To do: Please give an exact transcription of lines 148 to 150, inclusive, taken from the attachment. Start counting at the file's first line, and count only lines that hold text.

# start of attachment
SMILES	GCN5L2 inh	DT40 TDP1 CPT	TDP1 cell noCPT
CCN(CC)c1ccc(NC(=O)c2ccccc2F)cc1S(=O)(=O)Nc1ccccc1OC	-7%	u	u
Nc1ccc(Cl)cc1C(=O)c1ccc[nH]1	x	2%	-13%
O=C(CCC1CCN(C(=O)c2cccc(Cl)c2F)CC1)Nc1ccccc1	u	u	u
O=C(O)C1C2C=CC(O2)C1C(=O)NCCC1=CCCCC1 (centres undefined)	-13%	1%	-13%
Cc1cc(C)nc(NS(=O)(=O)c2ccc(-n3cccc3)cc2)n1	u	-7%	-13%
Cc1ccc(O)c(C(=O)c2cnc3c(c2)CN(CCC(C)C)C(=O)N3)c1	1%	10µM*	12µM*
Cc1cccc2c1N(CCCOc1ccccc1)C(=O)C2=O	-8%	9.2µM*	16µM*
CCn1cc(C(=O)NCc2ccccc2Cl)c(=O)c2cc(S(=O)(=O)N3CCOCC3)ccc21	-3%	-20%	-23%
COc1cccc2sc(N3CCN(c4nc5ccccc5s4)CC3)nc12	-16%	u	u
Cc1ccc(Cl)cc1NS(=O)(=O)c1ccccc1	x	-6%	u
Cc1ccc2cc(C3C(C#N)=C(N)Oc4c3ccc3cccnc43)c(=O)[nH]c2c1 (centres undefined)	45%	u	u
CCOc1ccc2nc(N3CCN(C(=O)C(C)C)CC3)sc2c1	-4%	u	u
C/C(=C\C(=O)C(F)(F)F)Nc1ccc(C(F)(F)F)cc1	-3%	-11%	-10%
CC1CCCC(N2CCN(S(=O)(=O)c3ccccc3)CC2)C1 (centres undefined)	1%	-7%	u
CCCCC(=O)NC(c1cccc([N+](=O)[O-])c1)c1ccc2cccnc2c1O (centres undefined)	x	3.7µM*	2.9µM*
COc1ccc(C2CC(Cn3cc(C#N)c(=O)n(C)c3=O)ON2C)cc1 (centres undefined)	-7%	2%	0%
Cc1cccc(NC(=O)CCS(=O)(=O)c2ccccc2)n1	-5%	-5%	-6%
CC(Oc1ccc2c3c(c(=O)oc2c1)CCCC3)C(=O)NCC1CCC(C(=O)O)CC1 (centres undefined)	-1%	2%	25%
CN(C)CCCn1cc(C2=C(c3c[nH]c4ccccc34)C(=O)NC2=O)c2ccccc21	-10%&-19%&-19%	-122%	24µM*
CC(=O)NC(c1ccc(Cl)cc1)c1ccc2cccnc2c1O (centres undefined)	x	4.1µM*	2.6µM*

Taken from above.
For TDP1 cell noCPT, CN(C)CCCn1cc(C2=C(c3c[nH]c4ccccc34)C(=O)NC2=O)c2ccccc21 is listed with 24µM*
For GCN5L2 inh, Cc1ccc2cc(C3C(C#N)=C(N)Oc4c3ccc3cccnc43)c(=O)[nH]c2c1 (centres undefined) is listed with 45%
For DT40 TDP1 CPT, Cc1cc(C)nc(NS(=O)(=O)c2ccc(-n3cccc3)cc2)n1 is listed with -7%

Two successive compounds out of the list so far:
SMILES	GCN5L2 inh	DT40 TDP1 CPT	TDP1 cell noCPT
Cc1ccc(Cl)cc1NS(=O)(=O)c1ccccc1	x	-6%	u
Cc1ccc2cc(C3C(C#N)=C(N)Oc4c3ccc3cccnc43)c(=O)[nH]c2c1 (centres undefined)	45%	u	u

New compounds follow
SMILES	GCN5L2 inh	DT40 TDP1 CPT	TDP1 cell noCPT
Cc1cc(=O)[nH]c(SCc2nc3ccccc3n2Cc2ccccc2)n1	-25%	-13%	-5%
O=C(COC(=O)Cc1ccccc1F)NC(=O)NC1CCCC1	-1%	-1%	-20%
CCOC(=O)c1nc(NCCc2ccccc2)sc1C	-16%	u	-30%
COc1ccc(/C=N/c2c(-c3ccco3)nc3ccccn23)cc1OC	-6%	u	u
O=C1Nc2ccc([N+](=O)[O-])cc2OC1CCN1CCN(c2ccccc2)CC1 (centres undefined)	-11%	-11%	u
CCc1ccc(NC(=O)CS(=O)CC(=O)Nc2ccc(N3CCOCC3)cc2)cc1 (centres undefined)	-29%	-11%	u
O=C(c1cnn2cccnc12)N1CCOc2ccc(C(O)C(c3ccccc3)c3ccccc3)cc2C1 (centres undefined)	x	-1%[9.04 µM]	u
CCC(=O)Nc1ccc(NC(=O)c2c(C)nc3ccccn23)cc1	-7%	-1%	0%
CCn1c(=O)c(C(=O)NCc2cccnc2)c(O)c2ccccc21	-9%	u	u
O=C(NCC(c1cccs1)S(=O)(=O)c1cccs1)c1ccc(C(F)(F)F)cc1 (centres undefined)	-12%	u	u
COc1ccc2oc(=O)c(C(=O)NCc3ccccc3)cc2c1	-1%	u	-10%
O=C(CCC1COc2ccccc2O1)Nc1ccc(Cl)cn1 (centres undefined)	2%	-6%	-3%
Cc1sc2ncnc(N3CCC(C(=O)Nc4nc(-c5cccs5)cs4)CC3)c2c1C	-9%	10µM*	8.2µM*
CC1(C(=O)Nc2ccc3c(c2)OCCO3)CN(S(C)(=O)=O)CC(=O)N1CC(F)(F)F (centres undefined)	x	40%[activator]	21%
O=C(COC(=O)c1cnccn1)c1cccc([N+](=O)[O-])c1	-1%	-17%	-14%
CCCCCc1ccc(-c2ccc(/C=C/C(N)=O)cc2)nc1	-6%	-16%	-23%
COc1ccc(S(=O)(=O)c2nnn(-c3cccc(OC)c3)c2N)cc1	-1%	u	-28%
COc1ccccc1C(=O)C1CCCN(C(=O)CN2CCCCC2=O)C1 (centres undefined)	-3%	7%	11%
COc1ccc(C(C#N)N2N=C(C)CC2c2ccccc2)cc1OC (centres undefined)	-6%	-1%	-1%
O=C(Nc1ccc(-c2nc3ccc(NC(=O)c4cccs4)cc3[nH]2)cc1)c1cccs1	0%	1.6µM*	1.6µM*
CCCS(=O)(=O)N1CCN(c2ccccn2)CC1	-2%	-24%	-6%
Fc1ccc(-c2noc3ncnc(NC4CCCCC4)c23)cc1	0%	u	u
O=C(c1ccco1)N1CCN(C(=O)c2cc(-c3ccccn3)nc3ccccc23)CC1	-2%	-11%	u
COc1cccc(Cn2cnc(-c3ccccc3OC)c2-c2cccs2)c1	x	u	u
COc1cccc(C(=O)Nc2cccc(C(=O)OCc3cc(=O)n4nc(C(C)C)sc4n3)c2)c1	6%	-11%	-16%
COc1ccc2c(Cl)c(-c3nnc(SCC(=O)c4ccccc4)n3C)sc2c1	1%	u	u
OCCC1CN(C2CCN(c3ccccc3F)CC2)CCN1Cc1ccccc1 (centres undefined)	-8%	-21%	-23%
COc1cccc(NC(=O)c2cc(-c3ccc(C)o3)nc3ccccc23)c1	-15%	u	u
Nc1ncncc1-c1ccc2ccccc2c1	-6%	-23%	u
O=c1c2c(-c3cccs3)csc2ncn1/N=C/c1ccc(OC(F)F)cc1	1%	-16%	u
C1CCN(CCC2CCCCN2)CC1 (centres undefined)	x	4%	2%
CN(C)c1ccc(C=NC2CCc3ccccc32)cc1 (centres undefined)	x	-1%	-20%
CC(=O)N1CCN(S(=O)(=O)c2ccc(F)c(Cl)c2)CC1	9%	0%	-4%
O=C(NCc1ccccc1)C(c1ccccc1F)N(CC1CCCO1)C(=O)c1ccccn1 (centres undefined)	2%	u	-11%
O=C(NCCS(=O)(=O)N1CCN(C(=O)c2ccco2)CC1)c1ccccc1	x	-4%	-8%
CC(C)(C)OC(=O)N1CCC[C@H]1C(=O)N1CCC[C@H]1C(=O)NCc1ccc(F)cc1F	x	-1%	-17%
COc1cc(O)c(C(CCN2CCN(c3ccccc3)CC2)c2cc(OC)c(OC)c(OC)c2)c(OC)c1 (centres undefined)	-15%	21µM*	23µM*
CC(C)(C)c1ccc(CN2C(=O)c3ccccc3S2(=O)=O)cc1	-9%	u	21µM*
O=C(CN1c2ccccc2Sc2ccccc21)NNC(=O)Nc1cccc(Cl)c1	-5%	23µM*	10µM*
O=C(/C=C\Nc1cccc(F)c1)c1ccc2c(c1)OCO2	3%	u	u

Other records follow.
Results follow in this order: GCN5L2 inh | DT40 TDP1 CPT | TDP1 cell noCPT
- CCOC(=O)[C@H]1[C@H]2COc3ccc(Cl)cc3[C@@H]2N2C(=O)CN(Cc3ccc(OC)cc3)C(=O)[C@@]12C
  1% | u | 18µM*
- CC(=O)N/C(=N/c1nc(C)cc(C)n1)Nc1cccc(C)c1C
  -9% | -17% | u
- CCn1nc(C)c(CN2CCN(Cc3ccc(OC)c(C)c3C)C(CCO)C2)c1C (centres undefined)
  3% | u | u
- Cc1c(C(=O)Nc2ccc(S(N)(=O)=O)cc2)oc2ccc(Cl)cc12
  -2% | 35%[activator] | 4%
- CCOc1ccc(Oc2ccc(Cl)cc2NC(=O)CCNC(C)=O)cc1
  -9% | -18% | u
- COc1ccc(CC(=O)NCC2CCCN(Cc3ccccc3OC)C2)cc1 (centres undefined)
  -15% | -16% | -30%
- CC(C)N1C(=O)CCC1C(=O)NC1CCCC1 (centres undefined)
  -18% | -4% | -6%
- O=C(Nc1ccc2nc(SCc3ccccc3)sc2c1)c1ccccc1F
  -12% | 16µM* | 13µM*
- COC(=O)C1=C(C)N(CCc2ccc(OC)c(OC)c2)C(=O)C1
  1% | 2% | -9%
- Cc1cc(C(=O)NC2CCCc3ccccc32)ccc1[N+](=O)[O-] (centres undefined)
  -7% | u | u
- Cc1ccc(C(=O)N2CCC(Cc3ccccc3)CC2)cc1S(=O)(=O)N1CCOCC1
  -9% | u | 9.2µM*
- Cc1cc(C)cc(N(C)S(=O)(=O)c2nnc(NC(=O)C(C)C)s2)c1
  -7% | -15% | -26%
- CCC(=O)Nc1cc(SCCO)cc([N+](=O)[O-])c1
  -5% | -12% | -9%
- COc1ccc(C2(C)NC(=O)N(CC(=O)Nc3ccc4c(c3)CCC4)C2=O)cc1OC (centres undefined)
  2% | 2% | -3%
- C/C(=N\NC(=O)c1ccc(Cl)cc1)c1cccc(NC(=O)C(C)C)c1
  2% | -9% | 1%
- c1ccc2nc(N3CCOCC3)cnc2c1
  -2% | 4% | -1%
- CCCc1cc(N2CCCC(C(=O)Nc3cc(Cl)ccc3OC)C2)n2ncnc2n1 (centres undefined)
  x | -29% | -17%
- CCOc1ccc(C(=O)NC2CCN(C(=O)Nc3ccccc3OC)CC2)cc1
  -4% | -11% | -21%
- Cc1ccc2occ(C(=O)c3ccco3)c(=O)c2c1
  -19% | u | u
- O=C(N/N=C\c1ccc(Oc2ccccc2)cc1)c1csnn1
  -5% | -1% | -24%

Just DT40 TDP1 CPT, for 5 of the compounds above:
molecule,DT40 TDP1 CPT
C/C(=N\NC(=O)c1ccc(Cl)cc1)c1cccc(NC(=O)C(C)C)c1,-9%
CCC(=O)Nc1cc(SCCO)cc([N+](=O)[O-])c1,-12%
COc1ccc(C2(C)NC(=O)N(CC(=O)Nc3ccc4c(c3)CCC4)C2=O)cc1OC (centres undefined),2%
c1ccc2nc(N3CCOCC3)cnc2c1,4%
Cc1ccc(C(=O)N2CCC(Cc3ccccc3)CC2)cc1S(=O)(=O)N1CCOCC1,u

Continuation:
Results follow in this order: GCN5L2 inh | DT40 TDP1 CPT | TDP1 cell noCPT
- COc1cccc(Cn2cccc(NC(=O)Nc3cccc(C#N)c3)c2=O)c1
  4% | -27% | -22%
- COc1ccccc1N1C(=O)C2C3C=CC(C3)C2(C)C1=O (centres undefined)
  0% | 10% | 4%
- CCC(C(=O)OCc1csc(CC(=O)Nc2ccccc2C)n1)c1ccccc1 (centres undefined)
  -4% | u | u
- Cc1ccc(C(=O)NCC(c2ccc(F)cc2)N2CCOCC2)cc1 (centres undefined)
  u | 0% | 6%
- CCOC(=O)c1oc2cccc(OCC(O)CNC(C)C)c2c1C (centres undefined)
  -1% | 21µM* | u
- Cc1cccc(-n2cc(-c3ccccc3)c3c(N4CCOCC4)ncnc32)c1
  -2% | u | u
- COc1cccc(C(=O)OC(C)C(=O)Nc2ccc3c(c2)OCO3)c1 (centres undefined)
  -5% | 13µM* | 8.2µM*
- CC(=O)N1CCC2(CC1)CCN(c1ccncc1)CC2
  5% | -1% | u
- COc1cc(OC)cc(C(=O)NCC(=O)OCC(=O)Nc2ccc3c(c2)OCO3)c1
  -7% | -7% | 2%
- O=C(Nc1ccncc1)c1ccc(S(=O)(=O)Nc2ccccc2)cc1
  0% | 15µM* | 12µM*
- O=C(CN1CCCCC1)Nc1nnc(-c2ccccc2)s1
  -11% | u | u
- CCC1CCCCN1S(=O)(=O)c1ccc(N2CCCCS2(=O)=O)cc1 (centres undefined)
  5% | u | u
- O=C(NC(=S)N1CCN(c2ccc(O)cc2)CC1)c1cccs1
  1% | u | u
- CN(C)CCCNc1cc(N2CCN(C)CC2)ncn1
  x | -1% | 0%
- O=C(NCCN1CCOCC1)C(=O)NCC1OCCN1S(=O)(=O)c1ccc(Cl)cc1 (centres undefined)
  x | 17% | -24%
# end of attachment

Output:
  1% | u | u
- CN(C)CCCNc1cc(N2CCN(C)CC2)ncn1
  x | -1% | 0%